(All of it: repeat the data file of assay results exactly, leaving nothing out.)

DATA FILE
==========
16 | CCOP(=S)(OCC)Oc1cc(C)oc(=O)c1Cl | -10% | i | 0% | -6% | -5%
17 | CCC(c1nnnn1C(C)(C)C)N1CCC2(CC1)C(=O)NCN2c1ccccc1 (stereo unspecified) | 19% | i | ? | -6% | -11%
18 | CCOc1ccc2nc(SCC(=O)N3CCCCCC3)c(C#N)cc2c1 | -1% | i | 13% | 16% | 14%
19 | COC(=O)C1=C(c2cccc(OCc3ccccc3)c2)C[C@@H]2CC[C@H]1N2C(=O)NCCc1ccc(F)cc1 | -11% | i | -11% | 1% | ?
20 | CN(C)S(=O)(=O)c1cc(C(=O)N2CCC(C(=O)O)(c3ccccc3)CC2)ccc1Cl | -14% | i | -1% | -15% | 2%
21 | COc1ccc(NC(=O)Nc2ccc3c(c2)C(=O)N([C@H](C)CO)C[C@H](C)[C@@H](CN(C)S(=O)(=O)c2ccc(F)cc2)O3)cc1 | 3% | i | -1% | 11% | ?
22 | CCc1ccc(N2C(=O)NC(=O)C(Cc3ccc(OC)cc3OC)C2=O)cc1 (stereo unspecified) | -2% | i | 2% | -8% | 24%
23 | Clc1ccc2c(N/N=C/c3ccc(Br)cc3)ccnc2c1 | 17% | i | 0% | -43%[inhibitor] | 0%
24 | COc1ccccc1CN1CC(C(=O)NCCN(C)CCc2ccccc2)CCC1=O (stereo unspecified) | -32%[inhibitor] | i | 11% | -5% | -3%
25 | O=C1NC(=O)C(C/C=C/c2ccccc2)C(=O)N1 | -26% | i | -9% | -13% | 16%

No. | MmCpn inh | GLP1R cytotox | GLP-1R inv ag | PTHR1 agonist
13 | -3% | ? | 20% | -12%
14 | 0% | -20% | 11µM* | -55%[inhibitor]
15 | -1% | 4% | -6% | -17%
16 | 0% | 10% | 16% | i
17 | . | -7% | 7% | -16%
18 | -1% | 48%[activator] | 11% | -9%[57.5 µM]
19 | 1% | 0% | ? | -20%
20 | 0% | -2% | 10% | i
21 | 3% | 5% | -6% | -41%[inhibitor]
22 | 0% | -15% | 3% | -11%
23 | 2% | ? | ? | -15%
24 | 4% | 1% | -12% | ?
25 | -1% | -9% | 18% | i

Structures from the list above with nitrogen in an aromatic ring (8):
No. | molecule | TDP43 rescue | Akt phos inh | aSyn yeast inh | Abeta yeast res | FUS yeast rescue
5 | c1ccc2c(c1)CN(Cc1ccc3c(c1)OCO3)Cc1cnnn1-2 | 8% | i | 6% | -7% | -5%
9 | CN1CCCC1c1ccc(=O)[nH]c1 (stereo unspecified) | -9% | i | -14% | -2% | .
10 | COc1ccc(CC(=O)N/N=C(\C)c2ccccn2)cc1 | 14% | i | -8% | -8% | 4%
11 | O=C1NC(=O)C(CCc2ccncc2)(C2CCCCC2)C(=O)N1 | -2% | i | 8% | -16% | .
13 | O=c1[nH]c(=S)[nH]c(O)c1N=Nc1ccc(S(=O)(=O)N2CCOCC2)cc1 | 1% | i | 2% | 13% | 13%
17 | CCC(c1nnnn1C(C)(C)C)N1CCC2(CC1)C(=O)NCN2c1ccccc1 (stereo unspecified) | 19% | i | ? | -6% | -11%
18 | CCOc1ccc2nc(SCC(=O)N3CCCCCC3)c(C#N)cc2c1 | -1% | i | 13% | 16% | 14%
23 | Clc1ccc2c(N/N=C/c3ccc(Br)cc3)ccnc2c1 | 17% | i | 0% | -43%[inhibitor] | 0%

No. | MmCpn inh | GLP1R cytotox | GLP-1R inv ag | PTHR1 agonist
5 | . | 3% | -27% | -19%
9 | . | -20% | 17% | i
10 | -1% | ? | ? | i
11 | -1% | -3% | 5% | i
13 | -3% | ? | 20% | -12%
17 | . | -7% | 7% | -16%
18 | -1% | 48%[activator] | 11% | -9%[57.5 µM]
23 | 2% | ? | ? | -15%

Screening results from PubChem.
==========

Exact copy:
16 | CCOP(=S)(OCC)Oc1cc(C)oc(=O)c1Cl | -10% | i | 0% | -6% | -5%
17 | CCC(c1nnnn1C(C)(C)C)N1CCC2(CC1)C(=O)NCN2c1ccccc1 (stereo unspecified) | 19% | i | ? | -6% | -11%
18 | CCOc1ccc2nc(SCC(=O)N3CCCCCC3)c(C#N)cc2c1 | -1% | i | 13% | 16% | 14%
19 | COC(=O)C1=C(c2cccc(OCc3ccccc3)c2)C[C@@H]2CC[C@H]1N2C(=O)NCCc1ccc(F)cc1 | -11% | i | -11% | 1% | ?
20 | CN(C)S(=O)(=O)c1cc(C(=O)N2CCC(C(=O)O)(c3ccccc3)CC2)ccc1Cl | -14% | i | -1% | -15% | 2%
21 | COc1ccc(NC(=O)Nc2ccc3c(c2)C(=O)N([C@H](C)CO)C[C@H](C)[C@@H](CN(C)S(=O)(=O)c2ccc(F)cc2)O3)cc1 | 3% | i | -1% | 11% | ?
22 | CCc1ccc(N2C(=O)NC(=O)C(Cc3ccc(OC)cc3OC)C2=O)cc1 (stereo unspecified) | -2% | i | 2% | -8% | 24%
23 | Clc1ccc2c(N/N=C/c3ccc(Br)cc3)ccnc2c1 | 17% | i | 0% | -43%[inhibitor] | 0%
24 | COc1ccccc1CN1CC(C(=O)NCCN(C)CCc2ccccc2)CCC1=O (stereo unspecified) | -32%[inhibitor] | i | 11% | -5% | -3%
25 | O=C1NC(=O)C(C/C=C/c2ccccc2)C(=O)N1 | -26% | i | -9% | -13% | 16%

No. | MmCpn inh | GLP1R cytotox | GLP-1R inv ag | PTHR1 agonist
13 | -3% | ? | 20% | -12%
14 | 0% | -20% | 11µM* | -55%[inhibitor]
15 | -1% | 4% | -6% | -17%
16 | 0% | 10% | 16% | i
17 | . | -7% | 7% | -16%
18 | -1% | 48%[activator] | 11% | -9%[57.5 µM]
19 | 1% | 0% | ? | -20%
20 | 0% | -2% | 10% | i
21 | 3% | 5% | -6% | -41%[inhibitor]
22 | 0% | -15% | 3% | -11%
23 | 2% | ? | ? | -15%
24 | 4% | 1% | -12% | ?
25 | -1% | -9% | 18% | i

Structures from the list above with nitrogen in an aromatic ring (8):
No. | molecule | TDP43 rescue | Akt phos inh | aSyn yeast inh | Abeta yeast res | FUS yeast rescue
5 | c1ccc2c(c1)CN(Cc1ccc3c(c1)OCO3)Cc1cnnn1-2 | 8% | i | 6% | -7% | -5%
9 | CN1CCCC1c1ccc(=O)[nH]c1 (stereo unspecified) | -9% | i | -14% | -2% | .
10 | COc1ccc(CC(=O)N/N=C(\C)c2ccccn2)cc1 | 14% | i | -8% | -8% | 4%
11 | O=C1NC(=O)C(CCc2ccncc2)(C2CCCCC2)C(=O)N1 | -2% | i | 8% | -16% | .
13 | O=c1[nH]c(=S)[nH]c(O)c1N=Nc1ccc(S(=O)(=O)N2CCOCC2)cc1 | 1% | i | 2% | 13% | 13%
17 | CCC(c1nnnn1C(C)(C)C)N1CCC2(CC1)C(=O)NCN2c1ccccc1 (stereo unspecified) | 19% | i | ? | -6% | -11%
18 | CCOc1ccc2nc(SCC(=O)N3CCCCCC3)c(C#N)cc2c1 | -1% | i | 13% | 16% | 14%
23 | Clc1ccc2c(N/N=C/c3ccc(Br)cc3)ccnc2c1 | 17% | i | 0% | -43%[inhibitor] | 0%

No. | MmCpn inh | GLP1R cytotox | GLP-1R inv ag | PTHR1 agonist
5 | . | 3% | -27% | -19%
9 | . | -20% | 17% | i
10 | -1% | ? | ? | i
11 | -1% | -3% | 5% | i
13 | -3% | ? | 20% | -12%
17 | . | -7% | 7% | -16%
18 | -1% | 48%[activator] | 11% | -9%[57.5 µM]
23 | 2% | ? | ? | -15%

Screening results from PubChem.